From the Gospel of John, chapter twelve, verses one through eight:
“Six days before the Passover Jesus came to Bethany, the home of Lazarus, whom he had raised from the dead. There they gave a dinner for him. Martha served, and Lazarus was one of those at the table with him. Mary took a pound of costly perfume made of pure nard, anointed Jesus’ feet, and wiped them with her hair. The house was filled with the fragrance of the perfume. But Judas Iscariot, one of his disciples (the one who was about to betray him), said, “Why was this perfume not sold for three hundred denarii and the money given to the poor?” (He said this not because he cared about the poor, but because he was a thief; he kept the common purse and used to steal what was put into it.) Jesus said, “Leave her alone. She bought it so that she might keep it for the day of my burial. You always have the poor with you, but you do not always have me.” The Word of God.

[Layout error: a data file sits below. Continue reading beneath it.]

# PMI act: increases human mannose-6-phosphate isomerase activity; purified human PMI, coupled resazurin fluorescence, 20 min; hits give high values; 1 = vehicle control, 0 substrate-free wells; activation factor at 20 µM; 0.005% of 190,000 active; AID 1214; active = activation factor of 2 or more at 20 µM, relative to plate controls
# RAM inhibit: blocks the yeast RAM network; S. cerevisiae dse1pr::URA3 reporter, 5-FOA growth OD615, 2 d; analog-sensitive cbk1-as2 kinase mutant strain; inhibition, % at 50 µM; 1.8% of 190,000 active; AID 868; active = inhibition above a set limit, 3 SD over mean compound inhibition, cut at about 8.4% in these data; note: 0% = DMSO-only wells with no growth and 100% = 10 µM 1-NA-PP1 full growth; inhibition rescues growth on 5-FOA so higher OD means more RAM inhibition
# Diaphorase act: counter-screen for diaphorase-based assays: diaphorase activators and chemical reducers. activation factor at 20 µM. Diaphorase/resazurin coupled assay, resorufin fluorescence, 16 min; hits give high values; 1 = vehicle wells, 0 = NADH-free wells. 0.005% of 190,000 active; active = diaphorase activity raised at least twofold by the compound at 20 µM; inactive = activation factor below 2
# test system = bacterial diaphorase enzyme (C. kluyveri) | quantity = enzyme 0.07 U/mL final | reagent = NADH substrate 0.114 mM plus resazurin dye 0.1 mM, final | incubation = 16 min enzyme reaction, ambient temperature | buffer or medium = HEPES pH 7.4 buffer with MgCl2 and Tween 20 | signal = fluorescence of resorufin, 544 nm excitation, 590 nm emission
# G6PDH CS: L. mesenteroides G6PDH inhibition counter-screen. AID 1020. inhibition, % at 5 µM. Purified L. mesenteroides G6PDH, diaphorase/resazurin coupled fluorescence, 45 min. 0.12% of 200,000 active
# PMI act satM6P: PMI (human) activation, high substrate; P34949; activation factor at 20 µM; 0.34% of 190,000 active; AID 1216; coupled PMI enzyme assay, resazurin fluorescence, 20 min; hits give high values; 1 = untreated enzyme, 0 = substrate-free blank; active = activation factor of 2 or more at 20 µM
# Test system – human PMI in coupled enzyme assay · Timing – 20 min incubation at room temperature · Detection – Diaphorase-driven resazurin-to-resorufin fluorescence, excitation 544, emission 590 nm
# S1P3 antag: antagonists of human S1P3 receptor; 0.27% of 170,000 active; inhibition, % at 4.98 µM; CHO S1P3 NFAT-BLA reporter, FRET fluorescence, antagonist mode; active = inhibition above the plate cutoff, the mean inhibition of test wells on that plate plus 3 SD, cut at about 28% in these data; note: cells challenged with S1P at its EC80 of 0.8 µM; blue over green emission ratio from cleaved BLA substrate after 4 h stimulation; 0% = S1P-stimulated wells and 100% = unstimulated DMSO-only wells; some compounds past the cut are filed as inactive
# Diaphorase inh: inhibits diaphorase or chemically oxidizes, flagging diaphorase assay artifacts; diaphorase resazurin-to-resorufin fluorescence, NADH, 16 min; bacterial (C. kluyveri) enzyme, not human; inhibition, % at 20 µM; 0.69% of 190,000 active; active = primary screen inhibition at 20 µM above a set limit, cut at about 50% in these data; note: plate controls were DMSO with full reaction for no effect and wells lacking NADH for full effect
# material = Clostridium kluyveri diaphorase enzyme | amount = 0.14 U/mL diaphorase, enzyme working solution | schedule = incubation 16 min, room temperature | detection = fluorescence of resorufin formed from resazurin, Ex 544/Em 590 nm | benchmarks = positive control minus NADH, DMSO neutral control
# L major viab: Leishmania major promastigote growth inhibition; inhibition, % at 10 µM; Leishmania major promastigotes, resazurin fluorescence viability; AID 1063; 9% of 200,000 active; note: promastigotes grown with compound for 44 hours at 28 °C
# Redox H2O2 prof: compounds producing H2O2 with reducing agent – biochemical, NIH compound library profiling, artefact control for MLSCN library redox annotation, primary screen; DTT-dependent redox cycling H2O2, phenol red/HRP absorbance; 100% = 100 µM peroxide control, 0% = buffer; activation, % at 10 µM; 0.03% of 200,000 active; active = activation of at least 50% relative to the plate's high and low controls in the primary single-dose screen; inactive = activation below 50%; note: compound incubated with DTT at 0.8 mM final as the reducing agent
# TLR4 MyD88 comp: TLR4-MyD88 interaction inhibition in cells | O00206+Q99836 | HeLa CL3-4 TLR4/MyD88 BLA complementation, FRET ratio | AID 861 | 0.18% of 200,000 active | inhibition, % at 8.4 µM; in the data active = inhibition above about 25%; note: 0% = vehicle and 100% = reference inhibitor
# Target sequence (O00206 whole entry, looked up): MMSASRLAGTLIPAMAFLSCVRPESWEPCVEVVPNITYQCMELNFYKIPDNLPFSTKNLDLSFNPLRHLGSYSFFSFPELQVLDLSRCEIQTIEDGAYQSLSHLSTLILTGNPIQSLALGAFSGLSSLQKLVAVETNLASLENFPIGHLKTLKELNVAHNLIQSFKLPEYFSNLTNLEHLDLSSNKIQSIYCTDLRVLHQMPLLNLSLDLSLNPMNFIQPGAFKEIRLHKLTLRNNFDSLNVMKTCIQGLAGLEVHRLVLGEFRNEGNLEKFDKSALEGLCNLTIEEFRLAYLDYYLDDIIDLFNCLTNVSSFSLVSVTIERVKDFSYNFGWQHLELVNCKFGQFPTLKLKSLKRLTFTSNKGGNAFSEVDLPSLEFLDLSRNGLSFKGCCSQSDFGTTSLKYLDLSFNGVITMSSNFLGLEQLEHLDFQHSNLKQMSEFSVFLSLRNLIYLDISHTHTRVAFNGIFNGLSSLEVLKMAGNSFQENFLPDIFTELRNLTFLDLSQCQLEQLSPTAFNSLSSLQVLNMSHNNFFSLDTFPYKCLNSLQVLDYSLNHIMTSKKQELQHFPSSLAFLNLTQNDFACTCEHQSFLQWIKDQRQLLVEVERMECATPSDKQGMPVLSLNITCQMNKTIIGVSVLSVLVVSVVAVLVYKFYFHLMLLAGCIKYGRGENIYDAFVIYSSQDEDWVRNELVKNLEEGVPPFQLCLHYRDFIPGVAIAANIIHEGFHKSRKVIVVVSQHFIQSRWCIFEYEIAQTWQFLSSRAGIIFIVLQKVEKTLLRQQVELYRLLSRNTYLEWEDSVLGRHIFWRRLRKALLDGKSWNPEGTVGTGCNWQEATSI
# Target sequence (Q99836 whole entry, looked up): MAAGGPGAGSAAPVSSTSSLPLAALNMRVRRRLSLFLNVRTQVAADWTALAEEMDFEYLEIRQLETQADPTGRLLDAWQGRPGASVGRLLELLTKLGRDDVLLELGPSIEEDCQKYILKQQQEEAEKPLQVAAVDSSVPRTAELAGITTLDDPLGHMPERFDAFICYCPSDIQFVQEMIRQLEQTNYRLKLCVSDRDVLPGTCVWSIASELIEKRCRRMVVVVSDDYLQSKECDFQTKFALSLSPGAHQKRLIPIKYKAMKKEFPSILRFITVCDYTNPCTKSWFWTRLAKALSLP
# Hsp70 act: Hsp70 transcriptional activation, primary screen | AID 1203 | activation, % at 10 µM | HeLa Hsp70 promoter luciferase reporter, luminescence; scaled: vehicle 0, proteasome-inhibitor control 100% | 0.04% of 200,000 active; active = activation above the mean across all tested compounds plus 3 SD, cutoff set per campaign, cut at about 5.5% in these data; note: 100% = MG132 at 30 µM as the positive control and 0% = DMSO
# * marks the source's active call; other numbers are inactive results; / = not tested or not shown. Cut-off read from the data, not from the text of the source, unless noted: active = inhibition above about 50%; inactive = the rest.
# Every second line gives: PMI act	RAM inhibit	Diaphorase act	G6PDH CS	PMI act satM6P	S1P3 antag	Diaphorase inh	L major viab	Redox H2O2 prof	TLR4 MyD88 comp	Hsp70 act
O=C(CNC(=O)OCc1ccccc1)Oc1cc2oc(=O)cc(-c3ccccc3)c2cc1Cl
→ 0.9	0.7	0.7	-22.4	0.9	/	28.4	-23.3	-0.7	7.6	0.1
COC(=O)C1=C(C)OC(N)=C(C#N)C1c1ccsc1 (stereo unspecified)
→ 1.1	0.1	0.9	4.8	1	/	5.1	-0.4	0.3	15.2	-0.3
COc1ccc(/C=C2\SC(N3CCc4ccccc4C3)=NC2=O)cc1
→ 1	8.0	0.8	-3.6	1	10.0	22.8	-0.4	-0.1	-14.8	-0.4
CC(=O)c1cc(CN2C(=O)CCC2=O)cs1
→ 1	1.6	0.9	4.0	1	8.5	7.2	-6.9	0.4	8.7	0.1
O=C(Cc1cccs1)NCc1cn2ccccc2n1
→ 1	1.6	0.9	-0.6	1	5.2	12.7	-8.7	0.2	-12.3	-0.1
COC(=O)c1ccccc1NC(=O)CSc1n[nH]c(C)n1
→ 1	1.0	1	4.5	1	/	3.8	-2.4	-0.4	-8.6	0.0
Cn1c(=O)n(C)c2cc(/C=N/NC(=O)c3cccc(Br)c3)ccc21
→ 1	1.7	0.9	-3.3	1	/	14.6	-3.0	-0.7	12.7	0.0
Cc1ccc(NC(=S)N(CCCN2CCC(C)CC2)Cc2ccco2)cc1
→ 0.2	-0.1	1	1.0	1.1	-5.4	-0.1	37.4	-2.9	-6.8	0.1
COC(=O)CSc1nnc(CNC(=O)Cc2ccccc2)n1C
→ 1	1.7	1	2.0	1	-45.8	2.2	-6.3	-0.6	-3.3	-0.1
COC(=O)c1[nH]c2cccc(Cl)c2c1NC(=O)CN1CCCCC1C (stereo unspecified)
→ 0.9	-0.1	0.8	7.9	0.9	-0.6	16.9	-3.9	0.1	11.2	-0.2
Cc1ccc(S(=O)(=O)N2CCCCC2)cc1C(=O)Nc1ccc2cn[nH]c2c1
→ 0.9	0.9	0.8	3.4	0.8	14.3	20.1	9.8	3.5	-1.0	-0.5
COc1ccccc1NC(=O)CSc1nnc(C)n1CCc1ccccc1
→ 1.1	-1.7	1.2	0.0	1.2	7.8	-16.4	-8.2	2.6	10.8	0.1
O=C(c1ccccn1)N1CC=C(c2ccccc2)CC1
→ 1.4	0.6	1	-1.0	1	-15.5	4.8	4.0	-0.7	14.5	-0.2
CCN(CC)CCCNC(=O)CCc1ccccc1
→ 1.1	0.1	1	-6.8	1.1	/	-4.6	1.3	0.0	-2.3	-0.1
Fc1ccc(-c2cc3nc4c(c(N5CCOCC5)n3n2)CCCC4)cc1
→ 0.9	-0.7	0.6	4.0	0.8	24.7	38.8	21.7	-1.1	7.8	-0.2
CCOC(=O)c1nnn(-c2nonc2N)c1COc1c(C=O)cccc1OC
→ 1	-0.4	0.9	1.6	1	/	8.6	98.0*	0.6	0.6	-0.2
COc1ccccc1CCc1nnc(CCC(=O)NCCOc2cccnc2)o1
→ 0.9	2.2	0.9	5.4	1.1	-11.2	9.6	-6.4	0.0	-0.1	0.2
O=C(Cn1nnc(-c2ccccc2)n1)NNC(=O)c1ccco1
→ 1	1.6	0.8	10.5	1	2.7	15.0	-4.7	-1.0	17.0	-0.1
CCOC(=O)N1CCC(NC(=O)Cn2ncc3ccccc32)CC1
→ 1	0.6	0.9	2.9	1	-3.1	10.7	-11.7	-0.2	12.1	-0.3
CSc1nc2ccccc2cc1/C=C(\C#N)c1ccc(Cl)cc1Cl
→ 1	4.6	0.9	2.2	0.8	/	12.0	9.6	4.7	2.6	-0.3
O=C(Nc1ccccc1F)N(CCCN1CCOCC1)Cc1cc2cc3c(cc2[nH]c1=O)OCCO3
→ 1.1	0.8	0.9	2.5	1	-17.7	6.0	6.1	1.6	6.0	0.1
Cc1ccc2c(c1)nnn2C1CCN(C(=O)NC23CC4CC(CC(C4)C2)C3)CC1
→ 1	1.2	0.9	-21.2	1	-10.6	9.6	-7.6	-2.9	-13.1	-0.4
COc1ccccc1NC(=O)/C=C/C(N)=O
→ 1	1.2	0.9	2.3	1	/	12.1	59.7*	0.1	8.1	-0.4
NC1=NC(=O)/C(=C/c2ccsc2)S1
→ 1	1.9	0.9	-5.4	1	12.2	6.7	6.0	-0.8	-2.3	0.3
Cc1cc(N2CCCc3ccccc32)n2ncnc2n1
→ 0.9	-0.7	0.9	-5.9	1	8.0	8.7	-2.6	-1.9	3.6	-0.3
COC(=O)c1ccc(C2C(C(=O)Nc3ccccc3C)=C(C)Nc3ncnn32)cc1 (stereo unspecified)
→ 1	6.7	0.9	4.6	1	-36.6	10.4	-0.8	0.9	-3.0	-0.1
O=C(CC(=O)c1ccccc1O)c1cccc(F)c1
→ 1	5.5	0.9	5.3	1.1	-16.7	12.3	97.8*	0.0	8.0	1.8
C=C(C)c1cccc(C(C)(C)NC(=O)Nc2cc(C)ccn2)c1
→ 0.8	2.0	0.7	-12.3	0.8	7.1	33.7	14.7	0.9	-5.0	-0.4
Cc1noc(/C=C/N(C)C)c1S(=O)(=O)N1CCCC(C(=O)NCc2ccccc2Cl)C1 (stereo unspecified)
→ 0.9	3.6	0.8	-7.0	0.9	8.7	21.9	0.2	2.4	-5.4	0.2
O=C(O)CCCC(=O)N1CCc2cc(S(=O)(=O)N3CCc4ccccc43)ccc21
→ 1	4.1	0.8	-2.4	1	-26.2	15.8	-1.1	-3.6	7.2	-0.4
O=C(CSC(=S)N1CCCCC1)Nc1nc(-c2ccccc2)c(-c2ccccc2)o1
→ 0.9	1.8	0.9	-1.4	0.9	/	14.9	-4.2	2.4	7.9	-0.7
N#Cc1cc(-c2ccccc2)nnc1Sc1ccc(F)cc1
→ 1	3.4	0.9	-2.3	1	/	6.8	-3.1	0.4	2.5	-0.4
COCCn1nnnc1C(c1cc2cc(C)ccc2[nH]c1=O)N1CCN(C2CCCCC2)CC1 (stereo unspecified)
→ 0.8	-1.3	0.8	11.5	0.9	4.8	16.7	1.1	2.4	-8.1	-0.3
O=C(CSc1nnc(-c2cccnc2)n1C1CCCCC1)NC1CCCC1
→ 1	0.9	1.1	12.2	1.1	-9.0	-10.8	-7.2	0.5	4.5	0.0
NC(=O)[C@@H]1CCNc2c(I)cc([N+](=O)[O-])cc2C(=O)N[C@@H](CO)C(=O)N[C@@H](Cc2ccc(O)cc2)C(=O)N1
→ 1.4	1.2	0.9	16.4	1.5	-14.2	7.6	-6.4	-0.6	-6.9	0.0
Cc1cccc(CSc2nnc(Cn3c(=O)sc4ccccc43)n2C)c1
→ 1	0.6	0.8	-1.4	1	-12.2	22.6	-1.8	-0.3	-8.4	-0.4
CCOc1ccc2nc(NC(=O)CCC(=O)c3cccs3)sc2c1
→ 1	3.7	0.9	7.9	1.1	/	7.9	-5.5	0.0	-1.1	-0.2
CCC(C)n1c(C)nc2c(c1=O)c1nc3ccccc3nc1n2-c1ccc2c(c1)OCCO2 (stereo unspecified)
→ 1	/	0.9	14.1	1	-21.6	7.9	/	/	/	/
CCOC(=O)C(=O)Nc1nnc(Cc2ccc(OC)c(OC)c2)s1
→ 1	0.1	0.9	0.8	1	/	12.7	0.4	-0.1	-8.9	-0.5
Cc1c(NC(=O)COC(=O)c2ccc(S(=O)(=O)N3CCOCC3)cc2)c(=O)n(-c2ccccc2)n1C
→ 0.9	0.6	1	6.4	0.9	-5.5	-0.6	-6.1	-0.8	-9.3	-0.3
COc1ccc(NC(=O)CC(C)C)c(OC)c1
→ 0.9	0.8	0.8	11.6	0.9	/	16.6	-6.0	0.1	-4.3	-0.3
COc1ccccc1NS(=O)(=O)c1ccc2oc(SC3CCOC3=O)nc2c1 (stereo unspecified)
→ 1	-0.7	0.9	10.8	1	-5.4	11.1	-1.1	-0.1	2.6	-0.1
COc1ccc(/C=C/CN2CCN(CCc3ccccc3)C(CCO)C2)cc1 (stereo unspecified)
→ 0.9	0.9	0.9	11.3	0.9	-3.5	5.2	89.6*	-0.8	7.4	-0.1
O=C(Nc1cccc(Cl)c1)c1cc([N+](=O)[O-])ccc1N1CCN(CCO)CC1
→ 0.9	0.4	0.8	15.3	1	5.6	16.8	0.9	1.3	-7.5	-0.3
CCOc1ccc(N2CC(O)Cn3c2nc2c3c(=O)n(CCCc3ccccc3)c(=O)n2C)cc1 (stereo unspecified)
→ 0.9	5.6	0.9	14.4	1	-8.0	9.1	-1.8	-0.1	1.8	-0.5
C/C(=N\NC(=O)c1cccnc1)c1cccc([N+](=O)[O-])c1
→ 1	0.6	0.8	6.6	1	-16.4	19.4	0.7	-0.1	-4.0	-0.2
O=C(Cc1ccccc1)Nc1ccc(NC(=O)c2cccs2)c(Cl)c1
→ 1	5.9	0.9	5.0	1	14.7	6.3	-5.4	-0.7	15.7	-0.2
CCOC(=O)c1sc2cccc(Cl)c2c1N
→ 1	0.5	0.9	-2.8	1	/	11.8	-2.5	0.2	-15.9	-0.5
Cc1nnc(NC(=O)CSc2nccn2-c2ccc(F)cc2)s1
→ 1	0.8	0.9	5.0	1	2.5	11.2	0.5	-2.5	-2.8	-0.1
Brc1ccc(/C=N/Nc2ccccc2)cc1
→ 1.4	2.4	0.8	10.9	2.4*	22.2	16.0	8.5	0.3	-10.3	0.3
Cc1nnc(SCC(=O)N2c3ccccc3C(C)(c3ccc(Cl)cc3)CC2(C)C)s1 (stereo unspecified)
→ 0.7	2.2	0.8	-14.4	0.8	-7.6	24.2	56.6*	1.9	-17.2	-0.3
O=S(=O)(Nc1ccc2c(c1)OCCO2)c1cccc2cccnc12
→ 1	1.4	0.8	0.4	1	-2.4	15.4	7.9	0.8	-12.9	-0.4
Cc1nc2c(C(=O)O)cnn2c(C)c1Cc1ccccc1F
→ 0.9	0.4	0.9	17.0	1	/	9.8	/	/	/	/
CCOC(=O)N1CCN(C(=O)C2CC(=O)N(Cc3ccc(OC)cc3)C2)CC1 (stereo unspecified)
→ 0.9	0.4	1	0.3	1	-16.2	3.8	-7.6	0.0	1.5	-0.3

There are so many ways I could go with this one, beloved community, none of which would be particularly original, but I’ma focus on Jesus’ statement about the poor because I count myself as one of them – though I’m not nearly as poor now as I once was and not nearly as poor as many people I see every blessed day who ain’t gotta pot to piss in or a window to throw it out of, and because I’ve heard this passage referenced on numerous occasions by people with whom I share a sizable portion of DNA to justify their own selfishness, which is not what our Savior meant, and because it’s one of the passages where Jesus gets off a pretty dark joke, which I find endearing.
One of my kinfolks used to be a member of a supposedly “benevolent” organization, a men’s club whose members did some charitable works when they weren’t drinking and playing poker. He tells a story whenever he thinks of it about some men who were supposed to distribute gift baskets to poor people one morning near Christmas. The two gentlemen stayed up all night drinking and playing poker and when the sun came up, one of them said, “I’m going home.”
T’other said, “What about the poor people?”
And the answer was “Fuck the poor people.”
At this point in the story, my relative nods sagely and intones, “And that’s what it comes down to: fuck the poor people.”